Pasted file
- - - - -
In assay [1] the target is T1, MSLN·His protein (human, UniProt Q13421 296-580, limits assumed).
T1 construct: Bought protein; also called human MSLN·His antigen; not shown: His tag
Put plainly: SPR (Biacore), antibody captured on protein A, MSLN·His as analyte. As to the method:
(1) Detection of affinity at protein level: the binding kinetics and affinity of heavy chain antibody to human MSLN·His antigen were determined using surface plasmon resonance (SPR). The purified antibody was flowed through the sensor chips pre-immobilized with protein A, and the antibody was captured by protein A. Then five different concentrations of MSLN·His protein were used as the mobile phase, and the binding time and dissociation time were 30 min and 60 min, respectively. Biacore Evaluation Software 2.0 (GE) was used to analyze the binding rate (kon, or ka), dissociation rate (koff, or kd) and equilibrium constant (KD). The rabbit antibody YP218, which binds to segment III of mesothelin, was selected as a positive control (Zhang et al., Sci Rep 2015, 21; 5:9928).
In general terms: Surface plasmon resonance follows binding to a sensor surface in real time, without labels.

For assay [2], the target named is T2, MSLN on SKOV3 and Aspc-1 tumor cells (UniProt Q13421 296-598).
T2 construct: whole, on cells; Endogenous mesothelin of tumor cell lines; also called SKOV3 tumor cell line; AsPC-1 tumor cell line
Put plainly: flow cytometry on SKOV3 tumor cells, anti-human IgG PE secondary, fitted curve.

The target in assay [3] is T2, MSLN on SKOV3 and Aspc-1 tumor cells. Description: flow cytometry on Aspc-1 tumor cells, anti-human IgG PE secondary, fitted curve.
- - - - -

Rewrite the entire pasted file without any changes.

In assay [1] the target is T1, MSLN·His protein (human, UniProt Q13421 296-580, limits assumed).
T1 construct: Bought protein; also called human MSLN·His antigen; not shown: His tag
Put plainly: SPR (Biacore), antibody captured on protein A, MSLN·His as analyte. As to the method:
(1) Detection of affinity at protein level: the binding kinetics and affinity of heavy chain antibody to human MSLN·His antigen were determined using surface plasmon resonance (SPR). The purified antibody was flowed through the sensor chips pre-immobilized with protein A, and the antibody was captured by protein A. Then five different concentrations of MSLN·His protein were used as the mobile phase, and the binding time and dissociation time were 30 min and 60 min, respectively. Biacore Evaluation Software 2.0 (GE) was used to analyze the binding rate (kon, or ka), dissociation rate (koff, or kd) and equilibrium constant (KD). The rabbit antibody YP218, which binds to segment III of mesothelin, was selected as a positive control (Zhang et al., Sci Rep 2015, 21; 5:9928).
In general terms: Surface plasmon resonance follows binding to a sensor surface in real time, without labels.

For assay [2], the target named is T2, MSLN on SKOV3 and Aspc-1 tumor cells (UniProt Q13421 296-598).
T2 construct: whole, on cells; Endogenous mesothelin of tumor cell lines; also called SKOV3 tumor cell line; AsPC-1 tumor cell line
Put plainly: flow cytometry on SKOV3 tumor cells, anti-human IgG PE secondary, fitted curve.

The target in assay [3] is T2, MSLN on SKOV3 and Aspc-1 tumor cells. Description: flow cytometry on Aspc-1 tumor cells, anti-human IgG PE secondary, fitted curve.